Dear Town Board, what were you thinking?

November 30th, 2021

RE: Skate Time Purchase

Dear Supervisor Baden and Town Board Members:

The management of a small town is like the management of a small company. A well-run company has a strategic plan, solid finances and a clear path to execute its strategy. A well-run town has a comprehensive plan for a strategic plan, solid finances funded primarily by tax dollars and an elected Board whose paramount responsibility is not to burden the citizens with unnecessary taxation (manage a good budget) in “executing the strategy” while ensuring for the health, safety and welfare of the citizens by providing the necessary services for private businesses and residents to prosper.

Real estate development is not in the Town of Rochester’s strategic (comprehensive) plan. The purchase of Skate Time by the Town of Rochester is not in line with good municipal governance, not in line with fiscal prudence, not in line with the needs of the Town, does not give the citizens of the Town enough time nor data to make an informed referendum vote and is sorely lacking in analysis.

Let us go through a small portion of the unanswered questions:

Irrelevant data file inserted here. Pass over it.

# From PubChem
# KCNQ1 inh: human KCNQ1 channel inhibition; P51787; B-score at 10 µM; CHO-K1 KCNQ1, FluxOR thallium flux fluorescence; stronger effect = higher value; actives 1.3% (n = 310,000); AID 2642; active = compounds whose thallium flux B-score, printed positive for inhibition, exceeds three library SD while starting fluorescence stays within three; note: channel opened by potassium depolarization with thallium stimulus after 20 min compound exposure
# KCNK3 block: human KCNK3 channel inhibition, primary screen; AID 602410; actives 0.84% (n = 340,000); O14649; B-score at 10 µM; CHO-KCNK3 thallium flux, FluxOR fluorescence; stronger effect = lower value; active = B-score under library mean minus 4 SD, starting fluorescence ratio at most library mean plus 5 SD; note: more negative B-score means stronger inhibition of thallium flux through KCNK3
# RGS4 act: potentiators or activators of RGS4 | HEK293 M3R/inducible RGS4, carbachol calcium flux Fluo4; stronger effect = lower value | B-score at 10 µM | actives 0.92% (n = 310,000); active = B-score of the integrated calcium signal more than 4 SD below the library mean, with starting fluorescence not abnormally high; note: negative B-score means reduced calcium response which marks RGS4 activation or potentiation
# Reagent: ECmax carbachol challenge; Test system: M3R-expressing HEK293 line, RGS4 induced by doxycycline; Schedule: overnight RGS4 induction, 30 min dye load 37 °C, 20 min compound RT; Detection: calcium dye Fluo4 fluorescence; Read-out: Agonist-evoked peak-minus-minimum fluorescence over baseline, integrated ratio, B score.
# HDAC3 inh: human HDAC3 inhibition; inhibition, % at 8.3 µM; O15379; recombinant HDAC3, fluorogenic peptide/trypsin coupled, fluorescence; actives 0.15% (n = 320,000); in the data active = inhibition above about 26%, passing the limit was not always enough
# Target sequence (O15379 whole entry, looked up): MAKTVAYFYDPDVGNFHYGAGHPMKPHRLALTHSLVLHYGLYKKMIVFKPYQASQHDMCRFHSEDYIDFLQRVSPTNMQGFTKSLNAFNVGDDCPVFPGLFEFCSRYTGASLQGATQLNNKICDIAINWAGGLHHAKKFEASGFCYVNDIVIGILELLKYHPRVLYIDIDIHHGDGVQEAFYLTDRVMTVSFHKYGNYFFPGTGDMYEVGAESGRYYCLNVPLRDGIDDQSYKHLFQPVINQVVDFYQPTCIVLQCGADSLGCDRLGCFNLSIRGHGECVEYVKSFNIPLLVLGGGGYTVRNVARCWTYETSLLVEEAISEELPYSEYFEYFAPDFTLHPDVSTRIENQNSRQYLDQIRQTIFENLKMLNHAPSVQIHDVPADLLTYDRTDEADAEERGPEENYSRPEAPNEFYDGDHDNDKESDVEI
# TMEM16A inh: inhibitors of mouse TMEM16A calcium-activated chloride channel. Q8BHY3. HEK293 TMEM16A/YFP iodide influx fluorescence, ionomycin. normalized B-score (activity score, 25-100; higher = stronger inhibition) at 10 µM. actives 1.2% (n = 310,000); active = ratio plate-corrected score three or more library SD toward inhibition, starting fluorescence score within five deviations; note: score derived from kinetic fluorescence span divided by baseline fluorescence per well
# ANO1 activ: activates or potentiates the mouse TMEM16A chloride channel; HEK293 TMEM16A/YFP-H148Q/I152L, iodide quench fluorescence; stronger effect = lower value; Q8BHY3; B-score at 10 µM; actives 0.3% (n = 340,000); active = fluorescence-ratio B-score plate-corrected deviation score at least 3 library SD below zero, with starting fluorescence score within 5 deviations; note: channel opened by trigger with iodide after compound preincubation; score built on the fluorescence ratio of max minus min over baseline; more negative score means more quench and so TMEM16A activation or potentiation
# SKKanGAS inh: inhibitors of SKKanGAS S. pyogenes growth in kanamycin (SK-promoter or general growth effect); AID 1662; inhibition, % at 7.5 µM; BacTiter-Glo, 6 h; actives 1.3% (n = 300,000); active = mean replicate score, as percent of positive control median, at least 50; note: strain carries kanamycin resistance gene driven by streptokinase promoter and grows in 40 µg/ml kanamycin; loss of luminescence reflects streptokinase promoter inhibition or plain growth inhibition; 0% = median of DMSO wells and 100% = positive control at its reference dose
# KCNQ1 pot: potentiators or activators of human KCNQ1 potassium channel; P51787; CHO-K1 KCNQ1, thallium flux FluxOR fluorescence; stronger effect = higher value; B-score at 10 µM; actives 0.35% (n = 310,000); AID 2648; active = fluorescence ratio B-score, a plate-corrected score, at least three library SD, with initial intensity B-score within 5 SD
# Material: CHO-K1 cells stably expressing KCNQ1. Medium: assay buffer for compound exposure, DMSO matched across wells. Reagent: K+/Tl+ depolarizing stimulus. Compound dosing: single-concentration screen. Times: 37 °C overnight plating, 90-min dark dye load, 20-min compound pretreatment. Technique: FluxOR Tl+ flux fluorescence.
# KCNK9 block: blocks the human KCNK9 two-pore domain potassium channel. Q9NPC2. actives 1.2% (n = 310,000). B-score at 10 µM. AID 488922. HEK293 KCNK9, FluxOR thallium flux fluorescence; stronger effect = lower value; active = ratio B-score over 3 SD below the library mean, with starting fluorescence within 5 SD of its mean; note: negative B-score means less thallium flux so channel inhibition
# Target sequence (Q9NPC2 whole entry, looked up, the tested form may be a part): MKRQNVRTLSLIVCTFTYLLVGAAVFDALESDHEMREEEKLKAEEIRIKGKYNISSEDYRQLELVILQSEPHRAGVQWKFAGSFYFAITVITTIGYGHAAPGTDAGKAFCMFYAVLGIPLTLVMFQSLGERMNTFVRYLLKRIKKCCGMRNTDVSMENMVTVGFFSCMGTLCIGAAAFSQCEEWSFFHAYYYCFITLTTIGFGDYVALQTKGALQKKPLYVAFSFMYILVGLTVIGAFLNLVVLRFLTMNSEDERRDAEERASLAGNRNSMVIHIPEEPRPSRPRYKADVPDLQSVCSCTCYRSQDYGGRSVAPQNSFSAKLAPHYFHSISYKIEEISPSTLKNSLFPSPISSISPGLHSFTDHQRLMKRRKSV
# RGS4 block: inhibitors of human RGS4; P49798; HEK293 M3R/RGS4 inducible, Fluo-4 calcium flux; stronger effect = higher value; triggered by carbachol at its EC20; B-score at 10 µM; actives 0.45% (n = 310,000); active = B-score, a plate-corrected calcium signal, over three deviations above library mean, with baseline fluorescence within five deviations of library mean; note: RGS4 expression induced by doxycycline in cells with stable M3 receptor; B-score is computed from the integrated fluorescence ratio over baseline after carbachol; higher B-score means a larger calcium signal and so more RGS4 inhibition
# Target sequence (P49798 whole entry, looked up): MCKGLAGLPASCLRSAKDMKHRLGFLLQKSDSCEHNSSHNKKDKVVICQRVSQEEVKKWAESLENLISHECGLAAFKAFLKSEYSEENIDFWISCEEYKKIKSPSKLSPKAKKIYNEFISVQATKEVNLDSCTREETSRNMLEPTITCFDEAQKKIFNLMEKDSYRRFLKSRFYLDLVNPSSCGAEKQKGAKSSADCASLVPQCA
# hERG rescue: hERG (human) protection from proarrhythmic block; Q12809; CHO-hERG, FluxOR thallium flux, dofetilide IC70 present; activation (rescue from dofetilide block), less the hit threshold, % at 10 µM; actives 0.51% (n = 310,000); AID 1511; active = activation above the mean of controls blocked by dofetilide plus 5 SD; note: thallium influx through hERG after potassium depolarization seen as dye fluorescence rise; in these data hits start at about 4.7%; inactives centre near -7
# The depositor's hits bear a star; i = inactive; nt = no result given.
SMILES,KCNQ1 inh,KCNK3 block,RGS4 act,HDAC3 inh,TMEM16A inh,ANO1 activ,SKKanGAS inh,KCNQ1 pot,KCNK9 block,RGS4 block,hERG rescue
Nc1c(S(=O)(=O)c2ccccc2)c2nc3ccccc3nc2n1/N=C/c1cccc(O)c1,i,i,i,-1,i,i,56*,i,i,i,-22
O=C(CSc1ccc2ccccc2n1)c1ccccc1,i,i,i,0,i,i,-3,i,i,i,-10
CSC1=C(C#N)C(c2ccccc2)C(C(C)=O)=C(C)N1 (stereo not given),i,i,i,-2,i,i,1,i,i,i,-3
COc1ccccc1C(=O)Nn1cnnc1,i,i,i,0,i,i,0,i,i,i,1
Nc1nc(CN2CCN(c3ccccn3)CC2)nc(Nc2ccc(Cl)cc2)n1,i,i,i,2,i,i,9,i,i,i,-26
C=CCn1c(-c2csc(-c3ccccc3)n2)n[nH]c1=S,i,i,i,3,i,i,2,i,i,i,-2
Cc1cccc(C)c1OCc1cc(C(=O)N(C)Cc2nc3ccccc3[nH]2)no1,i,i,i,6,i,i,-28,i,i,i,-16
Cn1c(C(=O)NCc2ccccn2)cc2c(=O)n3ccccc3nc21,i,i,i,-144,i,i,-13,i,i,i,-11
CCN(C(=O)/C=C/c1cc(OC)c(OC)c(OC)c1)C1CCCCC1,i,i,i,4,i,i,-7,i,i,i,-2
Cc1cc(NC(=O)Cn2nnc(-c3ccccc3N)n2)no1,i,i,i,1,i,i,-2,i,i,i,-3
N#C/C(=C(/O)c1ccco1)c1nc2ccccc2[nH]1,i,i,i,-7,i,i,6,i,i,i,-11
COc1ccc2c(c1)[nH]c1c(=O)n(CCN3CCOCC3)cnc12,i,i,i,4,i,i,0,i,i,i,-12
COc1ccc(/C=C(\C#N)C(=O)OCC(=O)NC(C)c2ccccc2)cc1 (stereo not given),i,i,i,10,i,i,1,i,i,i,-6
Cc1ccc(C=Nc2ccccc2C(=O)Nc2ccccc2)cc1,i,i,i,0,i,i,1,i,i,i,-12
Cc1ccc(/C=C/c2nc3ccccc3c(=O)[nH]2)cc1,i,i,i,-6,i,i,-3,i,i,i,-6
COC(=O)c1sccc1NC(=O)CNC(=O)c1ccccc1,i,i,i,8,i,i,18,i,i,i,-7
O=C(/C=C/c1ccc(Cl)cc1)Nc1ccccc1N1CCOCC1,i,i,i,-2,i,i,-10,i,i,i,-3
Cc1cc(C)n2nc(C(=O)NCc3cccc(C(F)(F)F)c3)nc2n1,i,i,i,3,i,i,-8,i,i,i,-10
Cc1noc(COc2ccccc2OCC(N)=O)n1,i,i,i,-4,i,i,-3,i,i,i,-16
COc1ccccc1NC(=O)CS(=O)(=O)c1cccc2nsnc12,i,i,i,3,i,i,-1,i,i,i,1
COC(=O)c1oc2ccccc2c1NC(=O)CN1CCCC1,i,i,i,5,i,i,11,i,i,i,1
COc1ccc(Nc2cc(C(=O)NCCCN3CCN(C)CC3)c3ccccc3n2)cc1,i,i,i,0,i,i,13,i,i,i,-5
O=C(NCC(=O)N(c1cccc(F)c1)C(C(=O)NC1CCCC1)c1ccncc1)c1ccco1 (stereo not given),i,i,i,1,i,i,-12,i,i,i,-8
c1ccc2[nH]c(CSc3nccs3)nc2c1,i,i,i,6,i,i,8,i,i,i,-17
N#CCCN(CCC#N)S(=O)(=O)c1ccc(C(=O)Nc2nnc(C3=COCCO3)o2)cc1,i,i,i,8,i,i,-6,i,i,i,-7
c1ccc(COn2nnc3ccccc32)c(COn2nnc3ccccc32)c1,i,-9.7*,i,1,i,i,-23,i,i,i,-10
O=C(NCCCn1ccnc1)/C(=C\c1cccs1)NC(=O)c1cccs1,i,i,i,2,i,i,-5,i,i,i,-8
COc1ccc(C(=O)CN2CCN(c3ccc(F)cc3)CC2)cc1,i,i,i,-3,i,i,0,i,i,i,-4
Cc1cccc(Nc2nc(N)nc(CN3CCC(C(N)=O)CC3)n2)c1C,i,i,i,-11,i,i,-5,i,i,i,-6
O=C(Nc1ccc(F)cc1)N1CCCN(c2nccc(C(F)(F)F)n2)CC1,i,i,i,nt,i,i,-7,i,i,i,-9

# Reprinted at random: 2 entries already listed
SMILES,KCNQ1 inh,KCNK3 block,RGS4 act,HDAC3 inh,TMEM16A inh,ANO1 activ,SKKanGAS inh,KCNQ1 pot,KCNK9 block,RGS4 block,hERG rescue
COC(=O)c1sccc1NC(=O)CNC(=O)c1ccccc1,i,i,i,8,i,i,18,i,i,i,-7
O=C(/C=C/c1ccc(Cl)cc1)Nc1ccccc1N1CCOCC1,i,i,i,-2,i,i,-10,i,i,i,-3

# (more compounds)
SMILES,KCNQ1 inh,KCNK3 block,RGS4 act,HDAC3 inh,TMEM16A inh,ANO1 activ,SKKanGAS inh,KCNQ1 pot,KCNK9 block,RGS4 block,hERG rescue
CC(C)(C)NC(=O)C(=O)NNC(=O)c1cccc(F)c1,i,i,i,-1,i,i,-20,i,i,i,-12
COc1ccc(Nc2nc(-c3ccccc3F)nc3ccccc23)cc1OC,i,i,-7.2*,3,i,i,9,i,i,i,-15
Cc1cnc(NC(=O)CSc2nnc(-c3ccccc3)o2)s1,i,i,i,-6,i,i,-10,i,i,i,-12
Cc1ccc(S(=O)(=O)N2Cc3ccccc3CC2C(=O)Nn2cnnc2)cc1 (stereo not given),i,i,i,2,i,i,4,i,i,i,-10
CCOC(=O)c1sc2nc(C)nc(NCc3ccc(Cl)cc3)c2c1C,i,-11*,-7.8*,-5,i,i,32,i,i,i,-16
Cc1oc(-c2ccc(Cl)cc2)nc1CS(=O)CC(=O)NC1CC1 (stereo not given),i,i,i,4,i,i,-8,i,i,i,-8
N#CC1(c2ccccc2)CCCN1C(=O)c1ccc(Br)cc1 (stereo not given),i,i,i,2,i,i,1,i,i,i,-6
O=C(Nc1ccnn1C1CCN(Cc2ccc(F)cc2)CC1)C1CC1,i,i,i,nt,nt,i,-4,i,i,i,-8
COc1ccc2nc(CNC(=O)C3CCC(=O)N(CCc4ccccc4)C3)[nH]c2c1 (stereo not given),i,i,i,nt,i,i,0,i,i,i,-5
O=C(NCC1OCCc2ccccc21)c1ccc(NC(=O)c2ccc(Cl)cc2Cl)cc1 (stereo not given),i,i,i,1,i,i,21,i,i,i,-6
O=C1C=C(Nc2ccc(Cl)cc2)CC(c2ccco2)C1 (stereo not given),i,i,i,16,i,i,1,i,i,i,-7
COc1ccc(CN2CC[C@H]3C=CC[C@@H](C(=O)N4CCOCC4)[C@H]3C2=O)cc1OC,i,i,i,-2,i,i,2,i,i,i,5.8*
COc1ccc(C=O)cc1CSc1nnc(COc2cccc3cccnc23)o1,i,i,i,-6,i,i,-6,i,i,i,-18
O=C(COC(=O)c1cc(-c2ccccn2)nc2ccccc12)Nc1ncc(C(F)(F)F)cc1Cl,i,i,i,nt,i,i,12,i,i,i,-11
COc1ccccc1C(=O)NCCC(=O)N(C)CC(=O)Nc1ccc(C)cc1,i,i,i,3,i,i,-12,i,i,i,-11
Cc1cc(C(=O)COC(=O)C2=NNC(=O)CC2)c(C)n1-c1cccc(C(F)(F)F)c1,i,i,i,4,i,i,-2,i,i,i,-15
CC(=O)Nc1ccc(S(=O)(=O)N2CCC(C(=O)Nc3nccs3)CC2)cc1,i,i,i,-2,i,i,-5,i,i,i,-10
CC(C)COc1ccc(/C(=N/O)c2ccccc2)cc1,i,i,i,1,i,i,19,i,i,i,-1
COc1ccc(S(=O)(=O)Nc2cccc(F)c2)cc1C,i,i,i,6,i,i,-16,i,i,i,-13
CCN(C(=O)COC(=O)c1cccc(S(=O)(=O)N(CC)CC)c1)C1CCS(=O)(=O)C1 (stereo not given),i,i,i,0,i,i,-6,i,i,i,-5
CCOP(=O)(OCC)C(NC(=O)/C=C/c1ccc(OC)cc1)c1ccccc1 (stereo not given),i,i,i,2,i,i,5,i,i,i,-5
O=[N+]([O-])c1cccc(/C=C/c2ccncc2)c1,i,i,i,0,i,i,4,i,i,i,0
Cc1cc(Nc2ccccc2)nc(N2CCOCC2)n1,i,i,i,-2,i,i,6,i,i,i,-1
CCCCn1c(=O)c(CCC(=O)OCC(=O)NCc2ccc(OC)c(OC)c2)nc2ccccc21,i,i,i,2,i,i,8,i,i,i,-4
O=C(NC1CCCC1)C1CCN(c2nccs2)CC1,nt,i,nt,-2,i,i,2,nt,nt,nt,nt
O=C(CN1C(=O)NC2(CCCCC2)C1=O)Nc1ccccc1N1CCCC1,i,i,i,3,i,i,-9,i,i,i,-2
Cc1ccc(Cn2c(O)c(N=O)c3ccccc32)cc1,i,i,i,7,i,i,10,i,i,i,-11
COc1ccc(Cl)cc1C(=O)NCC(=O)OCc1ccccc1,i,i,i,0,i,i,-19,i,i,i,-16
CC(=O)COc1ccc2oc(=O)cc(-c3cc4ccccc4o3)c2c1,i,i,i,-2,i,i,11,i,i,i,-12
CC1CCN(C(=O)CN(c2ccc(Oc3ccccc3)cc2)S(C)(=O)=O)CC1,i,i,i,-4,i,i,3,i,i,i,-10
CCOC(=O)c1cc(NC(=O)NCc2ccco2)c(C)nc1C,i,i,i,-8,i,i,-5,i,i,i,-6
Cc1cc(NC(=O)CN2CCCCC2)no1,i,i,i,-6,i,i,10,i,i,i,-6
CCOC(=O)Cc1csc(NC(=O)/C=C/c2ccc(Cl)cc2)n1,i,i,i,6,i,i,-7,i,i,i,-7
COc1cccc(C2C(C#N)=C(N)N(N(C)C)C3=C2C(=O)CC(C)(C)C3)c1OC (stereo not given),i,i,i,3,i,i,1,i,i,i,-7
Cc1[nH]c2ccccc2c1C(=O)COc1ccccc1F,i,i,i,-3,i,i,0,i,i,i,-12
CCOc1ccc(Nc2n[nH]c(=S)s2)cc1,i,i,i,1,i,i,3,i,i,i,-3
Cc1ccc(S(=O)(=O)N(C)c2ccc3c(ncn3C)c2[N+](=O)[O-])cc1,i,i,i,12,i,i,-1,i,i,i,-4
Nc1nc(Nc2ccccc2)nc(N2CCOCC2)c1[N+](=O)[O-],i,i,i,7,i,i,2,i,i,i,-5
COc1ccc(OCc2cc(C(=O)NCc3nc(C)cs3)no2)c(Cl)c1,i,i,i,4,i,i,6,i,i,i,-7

Fiscal Management. It is saddening at best, irresponsible at base case not to look at the “TCO” Total Cost of Ownership for us, the taxpayers, of the Town’s purchase and management of Skate Time.

1.
We are not done paying at the approximate $2,000,000 purchase price. We will be paying for all our and our children’s and our grandchildren’s lifetimes. Where does the money come from for renovation, rebuild and repairs? Where does the money come from the next 30 years of heat, electricity, maintenance, maintenance of the abandoned existing buildings, insurance, interest on the new debt burden of the Town, additional staff perhaps to manage the center, etc.? Another bond issue? General Operating Budget? Inevitable tax increases? The true total cost of ownership for Skate Time will be in the tens of millions of dollars.